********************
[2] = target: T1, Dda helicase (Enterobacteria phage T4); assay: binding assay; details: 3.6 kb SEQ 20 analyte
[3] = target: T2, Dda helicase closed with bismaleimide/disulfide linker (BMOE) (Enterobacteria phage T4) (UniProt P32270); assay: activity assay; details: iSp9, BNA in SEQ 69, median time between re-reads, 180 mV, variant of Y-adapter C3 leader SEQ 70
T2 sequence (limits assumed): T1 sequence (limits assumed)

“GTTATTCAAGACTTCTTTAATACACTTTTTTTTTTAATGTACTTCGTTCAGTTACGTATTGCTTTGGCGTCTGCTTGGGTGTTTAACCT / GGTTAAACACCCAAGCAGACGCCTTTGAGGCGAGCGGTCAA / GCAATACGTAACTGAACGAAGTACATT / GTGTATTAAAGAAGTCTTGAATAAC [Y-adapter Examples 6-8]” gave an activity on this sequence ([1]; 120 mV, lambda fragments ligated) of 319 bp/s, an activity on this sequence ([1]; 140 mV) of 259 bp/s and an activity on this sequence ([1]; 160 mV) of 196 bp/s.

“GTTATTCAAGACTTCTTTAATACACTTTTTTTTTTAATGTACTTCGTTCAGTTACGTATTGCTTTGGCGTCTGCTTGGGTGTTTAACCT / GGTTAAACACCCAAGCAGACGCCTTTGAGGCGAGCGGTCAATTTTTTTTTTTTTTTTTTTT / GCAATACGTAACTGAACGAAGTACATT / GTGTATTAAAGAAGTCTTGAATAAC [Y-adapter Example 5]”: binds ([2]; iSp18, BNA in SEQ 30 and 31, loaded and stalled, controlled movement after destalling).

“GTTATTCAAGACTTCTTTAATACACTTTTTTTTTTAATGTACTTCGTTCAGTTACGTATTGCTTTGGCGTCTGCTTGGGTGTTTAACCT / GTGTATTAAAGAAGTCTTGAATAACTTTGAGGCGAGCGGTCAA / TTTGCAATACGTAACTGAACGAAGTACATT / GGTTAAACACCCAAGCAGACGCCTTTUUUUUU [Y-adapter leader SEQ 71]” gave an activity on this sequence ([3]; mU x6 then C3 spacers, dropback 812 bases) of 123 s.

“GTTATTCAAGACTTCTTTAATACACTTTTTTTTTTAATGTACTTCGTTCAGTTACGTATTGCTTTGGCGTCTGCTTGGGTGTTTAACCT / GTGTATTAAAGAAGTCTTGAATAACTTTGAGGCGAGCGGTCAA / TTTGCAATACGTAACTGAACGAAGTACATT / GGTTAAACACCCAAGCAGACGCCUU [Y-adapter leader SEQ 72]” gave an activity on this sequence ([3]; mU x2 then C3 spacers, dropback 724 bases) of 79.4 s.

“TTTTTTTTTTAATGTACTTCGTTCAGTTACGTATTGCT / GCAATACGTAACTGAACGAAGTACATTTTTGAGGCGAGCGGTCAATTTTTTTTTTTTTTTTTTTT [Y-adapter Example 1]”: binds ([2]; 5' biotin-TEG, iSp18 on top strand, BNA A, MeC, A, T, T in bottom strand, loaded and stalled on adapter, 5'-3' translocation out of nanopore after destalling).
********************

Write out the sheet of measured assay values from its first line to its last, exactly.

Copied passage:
[2] = target: T1, Dda helicase (Enterobacteria phage T4); assay: binding assay; details: 3.6 kb SEQ 20 analyte
[3] = target: T2, Dda helicase closed with bismaleimide/disulfide linker (BMOE) (Enterobacteria phage T4) (UniProt P32270); assay: activity assay; details: iSp9, BNA in SEQ 69, median time between re-reads, 180 mV, variant of Y-adapter C3 leader SEQ 70
T2 sequence (limits assumed): T1 sequence (limits assumed)

“GTTATTCAAGACTTCTTTAATACACTTTTTTTTTTAATGTACTTCGTTCAGTTACGTATTGCTTTGGCGTCTGCTTGGGTGTTTAACCT / GGTTAAACACCCAAGCAGACGCCTTTGAGGCGAGCGGTCAA / GCAATACGTAACTGAACGAAGTACATT / GTGTATTAAAGAAGTCTTGAATAAC [Y-adapter Examples 6-8]” gave an activity on this sequence ([1]; 120 mV, lambda fragments ligated) of 319 bp/s, an activity on this sequence ([1]; 140 mV) of 259 bp/s and an activity on this sequence ([1]; 160 mV) of 196 bp/s.

“GTTATTCAAGACTTCTTTAATACACTTTTTTTTTTAATGTACTTCGTTCAGTTACGTATTGCTTTGGCGTCTGCTTGGGTGTTTAACCT / GGTTAAACACCCAAGCAGACGCCTTTGAGGCGAGCGGTCAATTTTTTTTTTTTTTTTTTTT / GCAATACGTAACTGAACGAAGTACATT / GTGTATTAAAGAAGTCTTGAATAAC [Y-adapter Example 5]”: binds ([2]; iSp18, BNA in SEQ 30 and 31, loaded and stalled, controlled movement after destalling).

“GTTATTCAAGACTTCTTTAATACACTTTTTTTTTTAATGTACTTCGTTCAGTTACGTATTGCTTTGGCGTCTGCTTGGGTGTTTAACCT / GTGTATTAAAGAAGTCTTGAATAACTTTGAGGCGAGCGGTCAA / TTTGCAATACGTAACTGAACGAAGTACATT / GGTTAAACACCCAAGCAGACGCCTTTUUUUUU [Y-adapter leader SEQ 71]” gave an activity on this sequence ([3]; mU x6 then C3 spacers, dropback 812 bases) of 123 s.

“GTTATTCAAGACTTCTTTAATACACTTTTTTTTTTAATGTACTTCGTTCAGTTACGTATTGCTTTGGCGTCTGCTTGGGTGTTTAACCT / GTGTATTAAAGAAGTCTTGAATAACTTTGAGGCGAGCGGTCAA / TTTGCAATACGTAACTGAACGAAGTACATT / GGTTAAACACCCAAGCAGACGCCUU [Y-adapter leader SEQ 72]” gave an activity on this sequence ([3]; mU x2 then C3 spacers, dropback 724 bases) of 79.4 s.

“TTTTTTTTTTAATGTACTTCGTTCAGTTACGTATTGCT / GCAATACGTAACTGAACGAAGTACATTTTTGAGGCGAGCGGTCAATTTTTTTTTTTTTTTTTTTT [Y-adapter Example 1]”: binds ([2]; 5' biotin-TEG, iSp18 on top strand, BNA A, MeC, A, T, T in bottom strand, loaded and stalled on adapter, 5'-3' translocation out of nanopore after destalling).